The Sequel of Appomattox: A Chronicle of the Reunion of the States, Volume 32

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Yale University Press, 1919 - Reconstruction - 322 pages
 

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Page 66 - I barely suggest, for your private consideration, whether some of the colored people may not be let in, as for instance the very intelligent, and especially those who have fought gallantly in our ranks.
Page 75 - State, a power the people of the several States composing the Federal Union have rightfully exercised from the origin of the government to the present time.
Page 58 - That any vote of secession or other act by which any State may undertake to put an end to the supremacy of the Constitution within its territory is inoperative and void against the Constitution, and when sustained by force it becomes a practical abdication by the State of all rights under the Constitution...
Page 228 - The Speaker is black, the Clerk is black, the doorkeepers are black, the little pages are black, the chairman of the Ways and Means is black, and the chaplain is coal-black.
Page 230 - Seven years ago these men were raising corn and cotton under the whip of the overseer. To-day they are raising points of order and questions of privilege.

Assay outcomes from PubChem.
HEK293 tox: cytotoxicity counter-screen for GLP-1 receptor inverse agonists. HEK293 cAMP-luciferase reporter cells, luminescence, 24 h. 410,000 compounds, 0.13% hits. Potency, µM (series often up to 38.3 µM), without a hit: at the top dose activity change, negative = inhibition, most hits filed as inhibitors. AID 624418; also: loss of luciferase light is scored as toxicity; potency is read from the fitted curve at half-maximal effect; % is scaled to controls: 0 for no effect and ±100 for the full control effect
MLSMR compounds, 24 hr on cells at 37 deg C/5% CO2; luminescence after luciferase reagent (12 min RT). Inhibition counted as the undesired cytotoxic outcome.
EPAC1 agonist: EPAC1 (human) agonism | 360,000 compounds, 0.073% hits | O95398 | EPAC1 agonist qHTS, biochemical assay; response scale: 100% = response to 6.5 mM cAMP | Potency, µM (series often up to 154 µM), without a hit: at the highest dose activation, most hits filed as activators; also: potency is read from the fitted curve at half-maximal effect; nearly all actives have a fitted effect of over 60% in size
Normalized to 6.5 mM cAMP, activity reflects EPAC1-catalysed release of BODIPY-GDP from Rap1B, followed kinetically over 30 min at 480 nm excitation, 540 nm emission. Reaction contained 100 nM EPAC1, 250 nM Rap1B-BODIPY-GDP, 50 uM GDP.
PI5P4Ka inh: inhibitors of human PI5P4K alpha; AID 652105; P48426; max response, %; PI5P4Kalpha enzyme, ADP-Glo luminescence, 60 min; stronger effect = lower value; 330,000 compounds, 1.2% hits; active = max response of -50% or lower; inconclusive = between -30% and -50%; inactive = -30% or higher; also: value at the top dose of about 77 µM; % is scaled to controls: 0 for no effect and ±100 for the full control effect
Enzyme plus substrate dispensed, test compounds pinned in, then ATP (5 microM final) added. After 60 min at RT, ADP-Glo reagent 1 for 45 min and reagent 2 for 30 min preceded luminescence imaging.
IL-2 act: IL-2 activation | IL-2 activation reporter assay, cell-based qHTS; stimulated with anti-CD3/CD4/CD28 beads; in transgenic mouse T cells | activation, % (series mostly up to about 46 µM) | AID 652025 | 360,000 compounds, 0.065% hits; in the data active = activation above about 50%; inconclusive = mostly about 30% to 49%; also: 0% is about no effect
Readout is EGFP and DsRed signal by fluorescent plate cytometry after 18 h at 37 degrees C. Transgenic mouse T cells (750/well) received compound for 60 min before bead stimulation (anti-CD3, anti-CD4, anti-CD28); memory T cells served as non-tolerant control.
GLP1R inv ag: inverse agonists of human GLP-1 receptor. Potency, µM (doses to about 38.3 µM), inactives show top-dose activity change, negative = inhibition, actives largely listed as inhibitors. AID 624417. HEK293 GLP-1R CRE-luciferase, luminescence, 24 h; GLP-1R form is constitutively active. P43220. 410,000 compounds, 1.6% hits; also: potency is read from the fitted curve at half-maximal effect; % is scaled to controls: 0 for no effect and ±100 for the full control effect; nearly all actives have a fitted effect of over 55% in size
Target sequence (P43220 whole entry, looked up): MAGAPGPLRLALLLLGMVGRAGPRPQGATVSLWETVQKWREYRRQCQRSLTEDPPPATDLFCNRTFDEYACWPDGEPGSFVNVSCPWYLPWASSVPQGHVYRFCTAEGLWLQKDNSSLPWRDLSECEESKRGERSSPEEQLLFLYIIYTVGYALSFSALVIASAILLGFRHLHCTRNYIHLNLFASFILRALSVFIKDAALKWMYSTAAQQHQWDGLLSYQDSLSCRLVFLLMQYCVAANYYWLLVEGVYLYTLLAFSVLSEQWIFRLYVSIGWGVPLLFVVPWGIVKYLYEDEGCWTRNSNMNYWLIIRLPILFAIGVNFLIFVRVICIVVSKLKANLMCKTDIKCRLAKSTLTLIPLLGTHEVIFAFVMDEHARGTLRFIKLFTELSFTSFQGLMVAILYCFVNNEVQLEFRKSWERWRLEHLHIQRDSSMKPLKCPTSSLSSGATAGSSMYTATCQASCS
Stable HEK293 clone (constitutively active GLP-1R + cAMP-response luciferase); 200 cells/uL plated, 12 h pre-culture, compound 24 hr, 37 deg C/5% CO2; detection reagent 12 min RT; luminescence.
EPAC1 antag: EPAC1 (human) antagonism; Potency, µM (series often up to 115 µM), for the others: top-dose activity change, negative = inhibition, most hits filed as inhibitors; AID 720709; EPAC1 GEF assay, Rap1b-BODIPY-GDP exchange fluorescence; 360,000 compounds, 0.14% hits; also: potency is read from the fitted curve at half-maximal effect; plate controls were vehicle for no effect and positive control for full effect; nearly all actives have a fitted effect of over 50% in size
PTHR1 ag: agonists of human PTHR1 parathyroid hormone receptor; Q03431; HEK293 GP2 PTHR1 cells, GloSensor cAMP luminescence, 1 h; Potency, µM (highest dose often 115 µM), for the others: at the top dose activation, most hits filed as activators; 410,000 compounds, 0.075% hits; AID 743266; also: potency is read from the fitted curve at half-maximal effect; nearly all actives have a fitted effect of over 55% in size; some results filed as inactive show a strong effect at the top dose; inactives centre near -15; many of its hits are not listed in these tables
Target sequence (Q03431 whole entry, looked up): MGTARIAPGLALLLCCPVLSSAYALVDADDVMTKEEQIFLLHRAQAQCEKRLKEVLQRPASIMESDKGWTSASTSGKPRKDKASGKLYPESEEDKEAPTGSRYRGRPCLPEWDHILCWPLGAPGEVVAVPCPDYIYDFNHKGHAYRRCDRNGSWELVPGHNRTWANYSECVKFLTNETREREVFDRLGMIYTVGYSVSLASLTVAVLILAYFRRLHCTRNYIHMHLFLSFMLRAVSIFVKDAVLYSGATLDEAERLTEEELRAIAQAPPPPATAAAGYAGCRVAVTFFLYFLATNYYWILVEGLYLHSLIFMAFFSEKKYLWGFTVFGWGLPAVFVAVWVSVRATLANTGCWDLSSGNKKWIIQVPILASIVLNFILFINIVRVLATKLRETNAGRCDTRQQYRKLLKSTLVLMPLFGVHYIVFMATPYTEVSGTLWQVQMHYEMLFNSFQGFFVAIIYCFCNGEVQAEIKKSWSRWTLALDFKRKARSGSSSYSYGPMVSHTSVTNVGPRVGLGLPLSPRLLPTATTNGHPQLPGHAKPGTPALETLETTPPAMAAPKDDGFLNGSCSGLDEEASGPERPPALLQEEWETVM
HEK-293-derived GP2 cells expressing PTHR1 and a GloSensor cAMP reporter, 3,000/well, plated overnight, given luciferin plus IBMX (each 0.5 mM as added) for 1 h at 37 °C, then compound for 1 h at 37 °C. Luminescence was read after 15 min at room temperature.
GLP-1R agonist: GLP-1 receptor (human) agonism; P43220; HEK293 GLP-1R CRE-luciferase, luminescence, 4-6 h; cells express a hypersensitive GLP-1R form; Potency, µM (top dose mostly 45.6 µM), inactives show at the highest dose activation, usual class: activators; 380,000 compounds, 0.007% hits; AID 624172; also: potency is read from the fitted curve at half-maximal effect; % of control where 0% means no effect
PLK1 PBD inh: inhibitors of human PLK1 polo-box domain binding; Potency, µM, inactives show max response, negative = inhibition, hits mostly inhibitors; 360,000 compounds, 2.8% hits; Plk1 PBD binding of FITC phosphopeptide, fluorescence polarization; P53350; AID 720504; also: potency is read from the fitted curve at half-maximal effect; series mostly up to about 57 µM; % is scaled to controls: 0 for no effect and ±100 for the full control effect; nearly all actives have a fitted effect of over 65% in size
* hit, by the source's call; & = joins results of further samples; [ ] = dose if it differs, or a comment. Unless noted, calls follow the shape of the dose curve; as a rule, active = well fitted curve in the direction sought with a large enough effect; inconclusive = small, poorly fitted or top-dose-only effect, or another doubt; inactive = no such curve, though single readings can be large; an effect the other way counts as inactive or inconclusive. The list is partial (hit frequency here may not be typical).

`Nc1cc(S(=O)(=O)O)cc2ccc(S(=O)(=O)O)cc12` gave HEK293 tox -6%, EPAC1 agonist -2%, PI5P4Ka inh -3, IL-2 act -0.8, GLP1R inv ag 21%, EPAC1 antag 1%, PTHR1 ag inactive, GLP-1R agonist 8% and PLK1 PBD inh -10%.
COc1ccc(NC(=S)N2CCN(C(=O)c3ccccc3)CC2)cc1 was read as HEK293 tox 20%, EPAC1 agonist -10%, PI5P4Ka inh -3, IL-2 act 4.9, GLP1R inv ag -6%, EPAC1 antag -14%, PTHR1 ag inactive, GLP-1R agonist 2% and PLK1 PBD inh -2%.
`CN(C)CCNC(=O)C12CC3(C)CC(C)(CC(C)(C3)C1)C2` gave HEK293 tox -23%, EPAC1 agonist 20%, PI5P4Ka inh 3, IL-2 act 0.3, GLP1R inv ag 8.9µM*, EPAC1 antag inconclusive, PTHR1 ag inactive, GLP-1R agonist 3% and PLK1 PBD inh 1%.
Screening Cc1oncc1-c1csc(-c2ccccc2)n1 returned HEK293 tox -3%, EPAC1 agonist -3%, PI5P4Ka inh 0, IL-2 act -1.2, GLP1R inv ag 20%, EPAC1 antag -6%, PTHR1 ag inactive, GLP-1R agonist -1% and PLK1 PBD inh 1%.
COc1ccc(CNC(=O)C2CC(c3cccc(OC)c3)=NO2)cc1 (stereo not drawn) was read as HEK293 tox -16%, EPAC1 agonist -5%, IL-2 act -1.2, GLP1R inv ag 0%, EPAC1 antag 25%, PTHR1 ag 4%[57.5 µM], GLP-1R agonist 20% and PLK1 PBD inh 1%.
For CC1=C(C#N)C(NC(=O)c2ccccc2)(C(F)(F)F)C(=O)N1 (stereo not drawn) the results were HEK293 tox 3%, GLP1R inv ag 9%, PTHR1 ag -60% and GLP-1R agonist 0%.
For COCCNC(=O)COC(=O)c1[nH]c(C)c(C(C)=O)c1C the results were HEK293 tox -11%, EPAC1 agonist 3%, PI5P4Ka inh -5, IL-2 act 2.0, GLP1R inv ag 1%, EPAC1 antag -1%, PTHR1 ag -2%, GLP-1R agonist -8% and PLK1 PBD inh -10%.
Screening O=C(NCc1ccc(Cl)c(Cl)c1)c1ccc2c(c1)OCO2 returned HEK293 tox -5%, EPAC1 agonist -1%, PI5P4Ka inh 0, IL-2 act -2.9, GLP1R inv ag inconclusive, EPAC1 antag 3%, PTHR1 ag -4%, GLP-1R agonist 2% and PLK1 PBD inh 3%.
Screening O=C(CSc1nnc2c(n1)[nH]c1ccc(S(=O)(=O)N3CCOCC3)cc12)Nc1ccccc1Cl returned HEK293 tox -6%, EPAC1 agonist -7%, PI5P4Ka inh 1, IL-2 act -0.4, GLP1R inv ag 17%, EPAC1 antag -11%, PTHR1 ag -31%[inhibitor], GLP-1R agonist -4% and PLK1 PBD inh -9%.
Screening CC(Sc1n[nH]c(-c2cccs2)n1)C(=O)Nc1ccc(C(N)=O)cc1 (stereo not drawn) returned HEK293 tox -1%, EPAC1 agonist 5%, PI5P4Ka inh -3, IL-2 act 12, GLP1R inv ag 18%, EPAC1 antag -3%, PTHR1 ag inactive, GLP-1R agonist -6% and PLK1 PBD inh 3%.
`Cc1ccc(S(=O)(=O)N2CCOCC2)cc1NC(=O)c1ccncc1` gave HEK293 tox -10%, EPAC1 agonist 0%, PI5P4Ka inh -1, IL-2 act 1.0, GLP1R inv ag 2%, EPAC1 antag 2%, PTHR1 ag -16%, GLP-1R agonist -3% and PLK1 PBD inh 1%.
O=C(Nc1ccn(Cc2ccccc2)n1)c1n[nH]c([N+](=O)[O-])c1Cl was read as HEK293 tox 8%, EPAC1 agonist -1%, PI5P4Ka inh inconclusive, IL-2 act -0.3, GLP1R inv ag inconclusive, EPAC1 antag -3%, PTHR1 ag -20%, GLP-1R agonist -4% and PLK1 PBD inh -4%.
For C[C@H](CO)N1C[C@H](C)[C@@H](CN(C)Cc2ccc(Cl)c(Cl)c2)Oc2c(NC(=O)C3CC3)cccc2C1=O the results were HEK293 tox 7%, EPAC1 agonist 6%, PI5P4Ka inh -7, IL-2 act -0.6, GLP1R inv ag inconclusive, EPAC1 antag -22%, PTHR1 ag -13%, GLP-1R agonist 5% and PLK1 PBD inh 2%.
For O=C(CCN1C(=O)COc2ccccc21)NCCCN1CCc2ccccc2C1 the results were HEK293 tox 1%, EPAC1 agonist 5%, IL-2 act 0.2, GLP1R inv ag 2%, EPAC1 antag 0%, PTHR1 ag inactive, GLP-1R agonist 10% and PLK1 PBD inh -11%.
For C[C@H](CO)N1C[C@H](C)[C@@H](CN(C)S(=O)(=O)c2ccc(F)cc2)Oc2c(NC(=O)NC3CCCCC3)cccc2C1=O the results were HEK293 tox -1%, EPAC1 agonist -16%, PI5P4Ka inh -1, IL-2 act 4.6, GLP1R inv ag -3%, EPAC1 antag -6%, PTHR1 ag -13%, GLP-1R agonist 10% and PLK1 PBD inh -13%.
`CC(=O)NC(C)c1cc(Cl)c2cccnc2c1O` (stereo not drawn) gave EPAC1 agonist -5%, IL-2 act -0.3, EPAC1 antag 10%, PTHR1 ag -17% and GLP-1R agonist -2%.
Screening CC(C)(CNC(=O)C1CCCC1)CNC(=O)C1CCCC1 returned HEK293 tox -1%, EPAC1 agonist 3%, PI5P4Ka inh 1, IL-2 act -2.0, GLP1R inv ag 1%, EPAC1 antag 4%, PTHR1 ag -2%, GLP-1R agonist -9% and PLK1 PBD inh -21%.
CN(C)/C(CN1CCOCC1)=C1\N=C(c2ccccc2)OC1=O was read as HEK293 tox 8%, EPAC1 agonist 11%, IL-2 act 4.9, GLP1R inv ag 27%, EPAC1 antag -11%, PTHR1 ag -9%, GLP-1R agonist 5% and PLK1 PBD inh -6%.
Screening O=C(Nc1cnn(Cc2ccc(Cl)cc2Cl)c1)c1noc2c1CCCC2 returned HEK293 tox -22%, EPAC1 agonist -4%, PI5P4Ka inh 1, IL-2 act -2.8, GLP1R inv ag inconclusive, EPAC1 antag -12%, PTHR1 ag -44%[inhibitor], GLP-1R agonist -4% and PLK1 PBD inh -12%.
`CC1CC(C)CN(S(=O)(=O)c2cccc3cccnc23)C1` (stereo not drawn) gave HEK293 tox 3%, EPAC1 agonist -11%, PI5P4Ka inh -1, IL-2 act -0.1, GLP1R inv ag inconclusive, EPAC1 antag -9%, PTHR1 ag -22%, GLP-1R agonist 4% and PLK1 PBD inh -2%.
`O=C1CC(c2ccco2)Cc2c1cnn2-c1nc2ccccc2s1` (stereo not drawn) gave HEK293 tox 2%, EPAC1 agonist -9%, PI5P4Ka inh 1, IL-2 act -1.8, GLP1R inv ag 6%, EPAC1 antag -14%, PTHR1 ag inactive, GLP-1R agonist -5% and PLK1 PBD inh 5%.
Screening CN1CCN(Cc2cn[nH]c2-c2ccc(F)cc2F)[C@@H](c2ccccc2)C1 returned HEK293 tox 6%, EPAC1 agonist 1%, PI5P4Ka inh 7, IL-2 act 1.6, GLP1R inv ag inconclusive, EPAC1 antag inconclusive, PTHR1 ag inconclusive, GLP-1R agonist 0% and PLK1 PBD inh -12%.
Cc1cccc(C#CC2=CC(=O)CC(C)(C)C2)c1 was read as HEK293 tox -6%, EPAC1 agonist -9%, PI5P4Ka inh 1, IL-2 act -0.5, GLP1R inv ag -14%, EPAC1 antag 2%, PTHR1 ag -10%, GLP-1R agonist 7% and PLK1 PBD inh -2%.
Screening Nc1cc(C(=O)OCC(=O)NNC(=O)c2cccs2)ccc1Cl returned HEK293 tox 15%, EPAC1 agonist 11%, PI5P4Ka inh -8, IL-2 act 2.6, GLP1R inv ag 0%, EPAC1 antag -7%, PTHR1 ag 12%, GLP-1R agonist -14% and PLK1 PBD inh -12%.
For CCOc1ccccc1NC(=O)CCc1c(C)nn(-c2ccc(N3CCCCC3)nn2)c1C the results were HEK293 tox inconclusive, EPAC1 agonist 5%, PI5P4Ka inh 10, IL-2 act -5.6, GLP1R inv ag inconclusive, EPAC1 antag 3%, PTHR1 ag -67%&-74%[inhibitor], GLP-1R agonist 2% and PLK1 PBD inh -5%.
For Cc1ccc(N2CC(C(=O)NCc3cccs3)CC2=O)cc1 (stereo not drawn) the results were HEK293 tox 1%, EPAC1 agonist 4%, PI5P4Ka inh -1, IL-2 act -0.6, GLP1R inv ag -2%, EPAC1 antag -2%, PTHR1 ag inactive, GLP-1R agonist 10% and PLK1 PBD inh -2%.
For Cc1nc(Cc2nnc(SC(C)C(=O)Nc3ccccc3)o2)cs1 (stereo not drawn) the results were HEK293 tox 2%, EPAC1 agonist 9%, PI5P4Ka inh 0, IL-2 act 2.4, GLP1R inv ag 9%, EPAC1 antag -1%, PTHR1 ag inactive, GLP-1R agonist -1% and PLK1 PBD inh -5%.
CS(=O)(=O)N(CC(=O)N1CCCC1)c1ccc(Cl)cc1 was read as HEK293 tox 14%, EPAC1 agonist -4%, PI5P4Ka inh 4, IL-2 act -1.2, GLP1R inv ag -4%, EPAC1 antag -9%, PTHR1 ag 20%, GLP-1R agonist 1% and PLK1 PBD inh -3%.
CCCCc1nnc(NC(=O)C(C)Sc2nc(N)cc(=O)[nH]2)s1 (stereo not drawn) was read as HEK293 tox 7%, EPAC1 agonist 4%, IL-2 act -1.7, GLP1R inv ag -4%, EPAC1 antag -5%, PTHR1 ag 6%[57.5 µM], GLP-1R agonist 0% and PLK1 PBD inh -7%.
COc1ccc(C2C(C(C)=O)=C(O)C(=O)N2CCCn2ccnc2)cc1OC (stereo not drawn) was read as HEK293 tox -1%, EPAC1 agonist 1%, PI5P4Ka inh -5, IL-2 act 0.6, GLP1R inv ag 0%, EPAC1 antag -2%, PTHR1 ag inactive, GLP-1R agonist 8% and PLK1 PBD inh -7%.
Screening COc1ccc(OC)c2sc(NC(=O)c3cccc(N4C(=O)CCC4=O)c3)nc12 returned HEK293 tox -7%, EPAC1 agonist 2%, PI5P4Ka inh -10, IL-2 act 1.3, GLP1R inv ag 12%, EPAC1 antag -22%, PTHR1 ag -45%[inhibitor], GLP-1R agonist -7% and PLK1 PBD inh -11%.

Page 56 - We all agree that the seceded States, so called, are out of their proper practical relation with the Union, and that the sole object of the Government, civil and military, in regard to those States is to again get them into that proper practical relation.
Page 56 - Finding themselves safely at home, it would be utterly immaterial whether they had ever been abroad. Let us all join in doing the acts necessary to restoring the proper practical relations between these States and the Union, and each forever after innocently indulge his own opinion whether in doing the acts he brought the States from without into the Union, or only gave them proper assistance, they never having been out of it.
Page 18 - This remark led to an offer of the presidency of Washington College, now Washington and Lee University, which he accepted. "I have a self-imposed task which I must accomplish, " he said, "I have led the young men of the South in battle; I have seen many of them fall under my standard. I shall devote my life now to training young men to do their duty in life.
Page 249 - To aid and assist in the execution of all constitutional laws, and to protect the people from unlawful seizure, and from trial except by their peers in conformity to the laws of the land.
Page 32 - They should remain, if possible, in the country ; promote harmony and good feeling ; qualify themselves to vote ; and elect to the State and general Legislatures wise and patriotic men, who will devote their abilities to the interests of the country, and the healing of all dissensions.

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